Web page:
Search This Blog

Tuesday, 12 February 2013

Interview with Karl Marx On the Importation of Labour

Interview with Karl Marx


RL And what is the nature of that aid?

Karl Marx: to give an example, one of the commonest forms of the movement for emancipation is that of strikes. Formerly when a strike took place in one country it was defeated by the importation of workmen from another. The International has nearly stopped all that. It receieves information of the intended strike, it spreads that information amongst its members, who at once see that for them the seat of the struggle must be forbidden ground. The masters are thus left alone to reckon with their men. In most cases the men require no other aid than that. Their own subscriptions or those of the societies to which they are more immediately affiliated supply them with funds, but should the pressure upon them become too heavy and the strike be one of which the association approves, their necessities are supplied out of the common purse. By these means a strike of the cigar makers of Barcelon was brought to a victorious issue the other day. It cannot possibly gain by them in a pecuniary point of view, but it may easily lose. Let us some it all up in a word. The working classes remain poor amid the increase of wealth, wretched amid the increase of luxury. Their material privation dwarfs their moral as well as their physical stature. They cannot rely on others for a remedy. It has become then with them an imperative necessity to take their own case in mind. They must revise the relations between themselves and the capitalists and landlords and that means they must transform society. This is the general end of every known workmens organisation – land and labour leagues, trade and friendly societies, cooperative stores and cooperative production are but means toward it. TO establish perfect solidarity between these organisations is the business of the International Association. Its influence is beginning to be felt everywhere. Two papers spread its views in Spain, three in Germany, the same number in Austria and in Holland, six in Belgium and six in Switzerland. And now that I have told you what the International is, you may perhaps be in a position to form your own opinion as to its pretended plots.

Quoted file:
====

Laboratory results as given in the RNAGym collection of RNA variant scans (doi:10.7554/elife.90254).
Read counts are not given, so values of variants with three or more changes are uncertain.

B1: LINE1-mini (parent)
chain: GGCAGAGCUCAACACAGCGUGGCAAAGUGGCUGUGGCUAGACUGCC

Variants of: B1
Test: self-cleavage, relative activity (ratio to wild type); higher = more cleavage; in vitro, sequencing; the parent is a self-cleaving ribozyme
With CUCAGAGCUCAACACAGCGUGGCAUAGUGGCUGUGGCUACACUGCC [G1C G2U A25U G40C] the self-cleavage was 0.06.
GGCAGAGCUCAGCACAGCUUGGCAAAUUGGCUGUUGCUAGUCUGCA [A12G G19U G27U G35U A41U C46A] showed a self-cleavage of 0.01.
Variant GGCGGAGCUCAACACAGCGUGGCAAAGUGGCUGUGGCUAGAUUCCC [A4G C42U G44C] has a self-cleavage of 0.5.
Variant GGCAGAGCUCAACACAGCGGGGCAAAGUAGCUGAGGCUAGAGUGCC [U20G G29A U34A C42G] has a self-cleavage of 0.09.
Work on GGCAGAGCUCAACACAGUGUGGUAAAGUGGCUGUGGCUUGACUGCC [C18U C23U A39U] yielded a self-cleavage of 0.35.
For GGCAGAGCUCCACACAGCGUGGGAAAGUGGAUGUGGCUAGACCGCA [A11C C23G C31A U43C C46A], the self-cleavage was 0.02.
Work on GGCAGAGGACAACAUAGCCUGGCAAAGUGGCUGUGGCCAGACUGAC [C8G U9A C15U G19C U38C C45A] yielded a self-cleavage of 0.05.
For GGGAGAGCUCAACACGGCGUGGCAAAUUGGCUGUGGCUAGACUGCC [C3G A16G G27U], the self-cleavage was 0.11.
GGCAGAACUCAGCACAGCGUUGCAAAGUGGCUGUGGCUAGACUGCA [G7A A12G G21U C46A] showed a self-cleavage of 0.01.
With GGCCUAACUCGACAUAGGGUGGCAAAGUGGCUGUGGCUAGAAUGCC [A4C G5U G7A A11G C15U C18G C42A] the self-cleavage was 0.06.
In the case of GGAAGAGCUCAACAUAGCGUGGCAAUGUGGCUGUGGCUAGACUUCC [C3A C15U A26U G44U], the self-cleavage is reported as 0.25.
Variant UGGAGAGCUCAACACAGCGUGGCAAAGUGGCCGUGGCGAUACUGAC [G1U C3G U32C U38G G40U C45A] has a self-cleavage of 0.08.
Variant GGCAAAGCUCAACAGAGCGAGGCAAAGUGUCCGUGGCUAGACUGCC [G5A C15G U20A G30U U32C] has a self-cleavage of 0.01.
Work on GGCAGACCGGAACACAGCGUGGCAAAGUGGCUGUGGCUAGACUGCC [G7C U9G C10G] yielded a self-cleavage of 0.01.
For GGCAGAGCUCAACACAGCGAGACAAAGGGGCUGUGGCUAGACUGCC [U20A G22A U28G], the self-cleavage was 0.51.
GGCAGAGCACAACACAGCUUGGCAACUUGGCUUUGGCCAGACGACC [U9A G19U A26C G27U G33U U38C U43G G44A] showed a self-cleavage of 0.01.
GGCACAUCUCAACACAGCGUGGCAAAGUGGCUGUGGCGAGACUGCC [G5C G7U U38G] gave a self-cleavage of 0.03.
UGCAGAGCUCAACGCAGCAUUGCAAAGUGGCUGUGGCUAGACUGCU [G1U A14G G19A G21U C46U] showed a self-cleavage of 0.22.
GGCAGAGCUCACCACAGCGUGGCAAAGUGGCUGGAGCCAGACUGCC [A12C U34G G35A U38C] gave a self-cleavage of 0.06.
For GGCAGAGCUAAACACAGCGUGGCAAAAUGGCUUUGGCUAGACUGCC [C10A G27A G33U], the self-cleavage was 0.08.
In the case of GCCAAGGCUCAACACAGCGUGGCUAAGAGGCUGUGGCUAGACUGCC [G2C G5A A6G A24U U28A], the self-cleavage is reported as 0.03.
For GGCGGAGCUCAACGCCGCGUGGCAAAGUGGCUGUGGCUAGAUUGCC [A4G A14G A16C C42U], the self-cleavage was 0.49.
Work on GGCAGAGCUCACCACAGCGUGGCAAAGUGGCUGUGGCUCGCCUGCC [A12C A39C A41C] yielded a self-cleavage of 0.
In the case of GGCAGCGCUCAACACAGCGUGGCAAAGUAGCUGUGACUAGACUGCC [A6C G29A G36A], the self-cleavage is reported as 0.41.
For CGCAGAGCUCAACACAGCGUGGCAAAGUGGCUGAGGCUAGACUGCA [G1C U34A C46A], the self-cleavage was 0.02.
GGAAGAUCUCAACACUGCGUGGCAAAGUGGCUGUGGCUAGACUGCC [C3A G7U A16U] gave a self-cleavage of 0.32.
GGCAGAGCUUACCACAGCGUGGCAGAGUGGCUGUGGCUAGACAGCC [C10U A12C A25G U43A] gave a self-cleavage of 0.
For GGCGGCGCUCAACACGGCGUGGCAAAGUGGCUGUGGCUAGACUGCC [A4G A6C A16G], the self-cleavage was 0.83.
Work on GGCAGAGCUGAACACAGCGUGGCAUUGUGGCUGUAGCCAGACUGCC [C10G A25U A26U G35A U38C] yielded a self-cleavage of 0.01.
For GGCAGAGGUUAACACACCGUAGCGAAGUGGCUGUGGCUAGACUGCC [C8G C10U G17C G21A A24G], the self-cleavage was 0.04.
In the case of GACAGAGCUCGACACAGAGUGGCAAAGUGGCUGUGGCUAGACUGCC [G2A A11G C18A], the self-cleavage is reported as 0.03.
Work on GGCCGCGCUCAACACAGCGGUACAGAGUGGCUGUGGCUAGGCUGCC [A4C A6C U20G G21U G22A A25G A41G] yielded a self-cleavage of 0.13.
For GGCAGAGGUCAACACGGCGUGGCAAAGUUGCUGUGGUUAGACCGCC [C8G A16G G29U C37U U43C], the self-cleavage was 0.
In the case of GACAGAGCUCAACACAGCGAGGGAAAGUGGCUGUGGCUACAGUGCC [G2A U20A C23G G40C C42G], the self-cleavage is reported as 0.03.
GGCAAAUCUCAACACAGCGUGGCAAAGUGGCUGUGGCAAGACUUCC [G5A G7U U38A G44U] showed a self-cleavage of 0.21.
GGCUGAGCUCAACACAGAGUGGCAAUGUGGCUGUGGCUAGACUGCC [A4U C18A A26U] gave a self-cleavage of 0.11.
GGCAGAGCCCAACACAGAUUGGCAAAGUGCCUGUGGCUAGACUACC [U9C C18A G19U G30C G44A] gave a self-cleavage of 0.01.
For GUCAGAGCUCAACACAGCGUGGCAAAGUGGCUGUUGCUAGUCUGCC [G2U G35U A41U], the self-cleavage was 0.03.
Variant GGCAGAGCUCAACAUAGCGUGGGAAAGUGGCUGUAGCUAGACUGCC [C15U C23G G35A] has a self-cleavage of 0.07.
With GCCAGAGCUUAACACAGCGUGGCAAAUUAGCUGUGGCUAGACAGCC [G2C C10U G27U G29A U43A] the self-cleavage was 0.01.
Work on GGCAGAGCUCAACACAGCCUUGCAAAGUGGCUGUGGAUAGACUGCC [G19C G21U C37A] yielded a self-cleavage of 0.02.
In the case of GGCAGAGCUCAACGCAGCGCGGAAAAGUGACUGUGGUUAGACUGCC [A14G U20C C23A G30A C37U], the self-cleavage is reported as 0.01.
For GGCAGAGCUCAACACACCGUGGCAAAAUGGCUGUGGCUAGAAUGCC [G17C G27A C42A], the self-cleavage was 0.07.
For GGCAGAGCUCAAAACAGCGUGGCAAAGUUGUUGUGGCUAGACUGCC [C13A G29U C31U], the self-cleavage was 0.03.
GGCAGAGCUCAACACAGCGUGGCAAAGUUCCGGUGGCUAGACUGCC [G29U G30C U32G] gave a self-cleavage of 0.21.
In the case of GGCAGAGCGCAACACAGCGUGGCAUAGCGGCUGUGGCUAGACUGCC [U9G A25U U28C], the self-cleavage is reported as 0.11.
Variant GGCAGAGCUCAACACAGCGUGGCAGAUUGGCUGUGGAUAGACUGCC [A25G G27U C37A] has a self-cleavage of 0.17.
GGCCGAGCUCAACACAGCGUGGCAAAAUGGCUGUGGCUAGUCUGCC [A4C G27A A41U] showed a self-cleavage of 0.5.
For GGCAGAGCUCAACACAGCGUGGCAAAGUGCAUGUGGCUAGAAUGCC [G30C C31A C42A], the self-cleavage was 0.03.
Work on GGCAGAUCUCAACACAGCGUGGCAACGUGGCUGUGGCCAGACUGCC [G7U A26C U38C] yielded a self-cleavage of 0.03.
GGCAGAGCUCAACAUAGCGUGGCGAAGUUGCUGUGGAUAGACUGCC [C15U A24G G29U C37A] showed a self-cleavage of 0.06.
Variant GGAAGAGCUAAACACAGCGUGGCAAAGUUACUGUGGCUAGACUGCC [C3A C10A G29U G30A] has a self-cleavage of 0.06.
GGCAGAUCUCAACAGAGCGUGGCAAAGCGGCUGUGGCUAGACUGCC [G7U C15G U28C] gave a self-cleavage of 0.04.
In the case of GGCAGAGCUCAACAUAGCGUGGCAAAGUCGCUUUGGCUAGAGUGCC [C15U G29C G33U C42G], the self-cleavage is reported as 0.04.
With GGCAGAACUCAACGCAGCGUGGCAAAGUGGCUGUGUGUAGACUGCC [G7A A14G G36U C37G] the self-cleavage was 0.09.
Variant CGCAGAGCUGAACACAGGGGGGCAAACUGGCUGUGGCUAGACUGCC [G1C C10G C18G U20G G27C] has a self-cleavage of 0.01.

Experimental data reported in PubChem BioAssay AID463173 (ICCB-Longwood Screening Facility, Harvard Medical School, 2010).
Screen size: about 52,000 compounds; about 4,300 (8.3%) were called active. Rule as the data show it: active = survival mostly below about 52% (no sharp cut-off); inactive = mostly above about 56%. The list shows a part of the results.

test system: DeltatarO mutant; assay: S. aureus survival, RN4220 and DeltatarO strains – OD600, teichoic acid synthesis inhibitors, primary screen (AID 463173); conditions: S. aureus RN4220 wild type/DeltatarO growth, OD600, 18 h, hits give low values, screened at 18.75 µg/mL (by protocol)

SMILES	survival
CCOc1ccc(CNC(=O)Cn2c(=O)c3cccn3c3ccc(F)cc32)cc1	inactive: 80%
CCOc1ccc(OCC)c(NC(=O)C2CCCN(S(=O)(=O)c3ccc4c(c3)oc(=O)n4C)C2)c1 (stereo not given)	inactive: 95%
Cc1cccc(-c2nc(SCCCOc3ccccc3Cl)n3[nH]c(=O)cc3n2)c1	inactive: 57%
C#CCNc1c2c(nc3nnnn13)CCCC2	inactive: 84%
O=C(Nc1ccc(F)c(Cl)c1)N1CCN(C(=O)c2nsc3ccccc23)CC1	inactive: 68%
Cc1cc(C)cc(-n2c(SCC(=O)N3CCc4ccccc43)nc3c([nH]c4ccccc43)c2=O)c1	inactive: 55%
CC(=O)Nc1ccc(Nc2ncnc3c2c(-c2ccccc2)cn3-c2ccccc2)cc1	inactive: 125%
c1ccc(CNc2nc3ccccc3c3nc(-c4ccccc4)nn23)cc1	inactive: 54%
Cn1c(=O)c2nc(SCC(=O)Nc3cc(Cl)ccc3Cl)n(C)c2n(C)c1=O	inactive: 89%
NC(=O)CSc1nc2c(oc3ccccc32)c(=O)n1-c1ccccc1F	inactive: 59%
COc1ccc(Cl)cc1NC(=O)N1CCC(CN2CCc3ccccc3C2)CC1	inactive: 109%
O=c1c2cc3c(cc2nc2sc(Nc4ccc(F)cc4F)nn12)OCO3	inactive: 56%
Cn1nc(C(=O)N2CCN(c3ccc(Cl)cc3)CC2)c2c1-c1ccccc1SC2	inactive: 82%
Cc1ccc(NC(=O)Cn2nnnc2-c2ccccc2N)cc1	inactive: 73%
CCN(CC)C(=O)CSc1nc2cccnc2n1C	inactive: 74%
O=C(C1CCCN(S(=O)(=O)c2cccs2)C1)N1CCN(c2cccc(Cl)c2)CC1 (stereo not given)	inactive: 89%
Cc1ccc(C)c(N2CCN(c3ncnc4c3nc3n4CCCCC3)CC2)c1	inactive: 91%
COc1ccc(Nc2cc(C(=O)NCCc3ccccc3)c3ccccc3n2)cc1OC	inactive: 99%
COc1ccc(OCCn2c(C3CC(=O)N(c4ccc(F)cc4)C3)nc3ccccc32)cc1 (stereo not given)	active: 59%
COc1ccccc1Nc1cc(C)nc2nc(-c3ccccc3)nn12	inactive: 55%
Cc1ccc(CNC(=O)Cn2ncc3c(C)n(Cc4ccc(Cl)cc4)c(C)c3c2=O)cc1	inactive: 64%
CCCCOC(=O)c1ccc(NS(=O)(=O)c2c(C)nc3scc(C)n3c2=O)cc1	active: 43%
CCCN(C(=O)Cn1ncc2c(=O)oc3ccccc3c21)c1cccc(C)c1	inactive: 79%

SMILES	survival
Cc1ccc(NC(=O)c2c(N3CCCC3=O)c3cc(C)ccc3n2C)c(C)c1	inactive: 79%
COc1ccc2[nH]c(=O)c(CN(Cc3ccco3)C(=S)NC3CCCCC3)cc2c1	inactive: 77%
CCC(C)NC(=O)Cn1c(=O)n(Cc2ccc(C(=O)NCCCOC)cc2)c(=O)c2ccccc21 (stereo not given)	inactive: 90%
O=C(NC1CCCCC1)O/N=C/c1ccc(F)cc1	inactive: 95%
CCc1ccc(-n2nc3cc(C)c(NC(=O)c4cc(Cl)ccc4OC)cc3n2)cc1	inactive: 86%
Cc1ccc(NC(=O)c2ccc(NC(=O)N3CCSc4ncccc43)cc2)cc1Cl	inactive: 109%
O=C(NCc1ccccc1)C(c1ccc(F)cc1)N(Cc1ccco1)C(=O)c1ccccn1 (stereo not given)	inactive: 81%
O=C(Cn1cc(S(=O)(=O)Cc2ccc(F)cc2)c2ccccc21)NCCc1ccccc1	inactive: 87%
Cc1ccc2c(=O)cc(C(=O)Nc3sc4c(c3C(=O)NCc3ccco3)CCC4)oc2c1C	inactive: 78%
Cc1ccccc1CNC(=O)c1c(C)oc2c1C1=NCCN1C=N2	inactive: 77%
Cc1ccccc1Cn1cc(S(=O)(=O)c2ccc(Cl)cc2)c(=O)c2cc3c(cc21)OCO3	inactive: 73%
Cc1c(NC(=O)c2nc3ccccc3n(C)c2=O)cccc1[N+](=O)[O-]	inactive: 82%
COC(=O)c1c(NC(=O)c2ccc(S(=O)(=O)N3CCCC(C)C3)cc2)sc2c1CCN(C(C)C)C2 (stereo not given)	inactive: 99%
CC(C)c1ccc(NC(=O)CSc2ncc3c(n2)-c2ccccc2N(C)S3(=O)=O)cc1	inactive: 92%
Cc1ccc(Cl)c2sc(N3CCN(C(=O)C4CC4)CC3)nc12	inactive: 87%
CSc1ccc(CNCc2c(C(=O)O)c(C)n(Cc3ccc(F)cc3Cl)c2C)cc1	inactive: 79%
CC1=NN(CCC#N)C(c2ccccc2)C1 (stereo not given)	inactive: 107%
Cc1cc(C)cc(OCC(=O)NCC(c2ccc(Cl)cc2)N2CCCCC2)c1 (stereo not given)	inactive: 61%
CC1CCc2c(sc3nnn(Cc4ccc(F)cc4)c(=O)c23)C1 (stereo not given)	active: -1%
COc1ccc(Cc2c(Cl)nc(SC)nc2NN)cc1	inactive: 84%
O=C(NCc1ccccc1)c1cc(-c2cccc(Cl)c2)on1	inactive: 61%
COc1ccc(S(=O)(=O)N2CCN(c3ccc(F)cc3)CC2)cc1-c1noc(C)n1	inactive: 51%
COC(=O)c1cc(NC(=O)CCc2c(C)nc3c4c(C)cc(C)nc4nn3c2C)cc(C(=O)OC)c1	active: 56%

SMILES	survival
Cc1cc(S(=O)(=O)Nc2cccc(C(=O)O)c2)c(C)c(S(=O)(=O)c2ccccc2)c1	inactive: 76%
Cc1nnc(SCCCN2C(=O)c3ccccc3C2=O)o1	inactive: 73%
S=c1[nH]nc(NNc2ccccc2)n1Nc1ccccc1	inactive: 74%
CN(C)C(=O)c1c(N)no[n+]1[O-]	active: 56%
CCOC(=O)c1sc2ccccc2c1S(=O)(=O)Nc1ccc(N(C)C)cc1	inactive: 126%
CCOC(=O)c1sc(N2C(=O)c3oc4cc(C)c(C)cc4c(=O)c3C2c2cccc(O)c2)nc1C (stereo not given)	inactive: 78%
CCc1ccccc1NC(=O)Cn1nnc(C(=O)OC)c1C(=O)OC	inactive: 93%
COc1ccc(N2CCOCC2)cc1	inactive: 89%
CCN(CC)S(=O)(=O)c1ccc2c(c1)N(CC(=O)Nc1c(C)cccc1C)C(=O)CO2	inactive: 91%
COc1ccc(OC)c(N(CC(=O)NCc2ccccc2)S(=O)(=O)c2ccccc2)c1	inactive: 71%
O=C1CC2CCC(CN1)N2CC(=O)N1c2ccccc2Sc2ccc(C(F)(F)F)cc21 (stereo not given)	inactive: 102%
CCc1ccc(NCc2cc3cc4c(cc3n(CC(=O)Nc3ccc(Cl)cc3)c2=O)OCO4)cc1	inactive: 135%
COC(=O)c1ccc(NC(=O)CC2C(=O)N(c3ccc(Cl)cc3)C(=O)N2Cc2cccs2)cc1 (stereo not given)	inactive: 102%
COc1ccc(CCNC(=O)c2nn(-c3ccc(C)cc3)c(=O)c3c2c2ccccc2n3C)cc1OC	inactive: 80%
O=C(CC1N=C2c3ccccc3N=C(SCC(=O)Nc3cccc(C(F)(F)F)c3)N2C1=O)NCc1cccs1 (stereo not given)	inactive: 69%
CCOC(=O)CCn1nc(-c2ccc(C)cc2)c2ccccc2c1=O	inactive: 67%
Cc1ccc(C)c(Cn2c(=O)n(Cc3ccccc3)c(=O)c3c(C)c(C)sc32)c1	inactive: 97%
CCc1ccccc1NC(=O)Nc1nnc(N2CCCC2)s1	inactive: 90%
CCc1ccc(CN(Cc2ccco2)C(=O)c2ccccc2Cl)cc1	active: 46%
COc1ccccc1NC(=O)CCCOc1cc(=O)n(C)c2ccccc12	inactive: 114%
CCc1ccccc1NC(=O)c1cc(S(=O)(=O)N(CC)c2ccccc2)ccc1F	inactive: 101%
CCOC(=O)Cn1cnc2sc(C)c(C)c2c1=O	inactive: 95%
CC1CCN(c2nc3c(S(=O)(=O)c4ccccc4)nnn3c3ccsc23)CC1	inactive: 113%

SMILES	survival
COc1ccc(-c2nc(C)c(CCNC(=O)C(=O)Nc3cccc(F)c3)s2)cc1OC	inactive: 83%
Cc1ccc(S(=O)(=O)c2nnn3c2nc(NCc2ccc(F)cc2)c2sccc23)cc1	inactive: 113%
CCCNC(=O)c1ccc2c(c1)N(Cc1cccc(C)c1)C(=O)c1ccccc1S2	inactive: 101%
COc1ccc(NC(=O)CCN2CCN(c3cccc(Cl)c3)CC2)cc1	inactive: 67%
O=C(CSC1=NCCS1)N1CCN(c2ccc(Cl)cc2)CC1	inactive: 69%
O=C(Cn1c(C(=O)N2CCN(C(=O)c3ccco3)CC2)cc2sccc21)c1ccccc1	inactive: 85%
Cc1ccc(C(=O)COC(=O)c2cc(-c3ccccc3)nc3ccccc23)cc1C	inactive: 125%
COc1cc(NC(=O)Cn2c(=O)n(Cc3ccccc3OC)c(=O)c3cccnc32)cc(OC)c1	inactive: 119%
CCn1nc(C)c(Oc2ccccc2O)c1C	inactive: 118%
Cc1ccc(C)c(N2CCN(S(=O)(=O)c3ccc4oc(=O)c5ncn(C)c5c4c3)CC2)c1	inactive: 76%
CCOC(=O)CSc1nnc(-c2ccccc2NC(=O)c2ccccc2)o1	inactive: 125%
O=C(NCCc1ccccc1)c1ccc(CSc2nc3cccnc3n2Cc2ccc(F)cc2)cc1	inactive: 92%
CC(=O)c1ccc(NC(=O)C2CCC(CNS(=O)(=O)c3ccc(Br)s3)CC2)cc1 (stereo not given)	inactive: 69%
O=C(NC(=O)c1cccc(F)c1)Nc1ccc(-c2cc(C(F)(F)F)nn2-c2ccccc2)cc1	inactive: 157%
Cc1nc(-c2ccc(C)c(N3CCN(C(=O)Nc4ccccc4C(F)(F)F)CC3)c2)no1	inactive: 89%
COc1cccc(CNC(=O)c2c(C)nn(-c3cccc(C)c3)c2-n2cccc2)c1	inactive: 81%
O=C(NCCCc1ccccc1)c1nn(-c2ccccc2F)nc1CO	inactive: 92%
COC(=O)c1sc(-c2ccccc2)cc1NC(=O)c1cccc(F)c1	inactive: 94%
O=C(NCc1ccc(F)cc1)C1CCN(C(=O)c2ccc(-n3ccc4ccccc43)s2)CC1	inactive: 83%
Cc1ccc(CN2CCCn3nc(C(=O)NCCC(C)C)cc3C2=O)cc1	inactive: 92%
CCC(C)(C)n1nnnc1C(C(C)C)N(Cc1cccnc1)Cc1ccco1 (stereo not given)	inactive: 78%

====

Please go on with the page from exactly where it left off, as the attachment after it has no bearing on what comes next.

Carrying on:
August 12, 1871


  1. Where does Marx say "ban immigration"? He says "don't scab", and that goes for workers who happen to live locally just as much. If he was against immigration, why was one of the biggest sections of the International Working Men's Association made up of Irish workers in England?

  2. Who said ban immigration? He also didnt say open borders to the whole planet but hey let's pretend he was for a perpetual race to the bottom... He also collected funds for repatriation...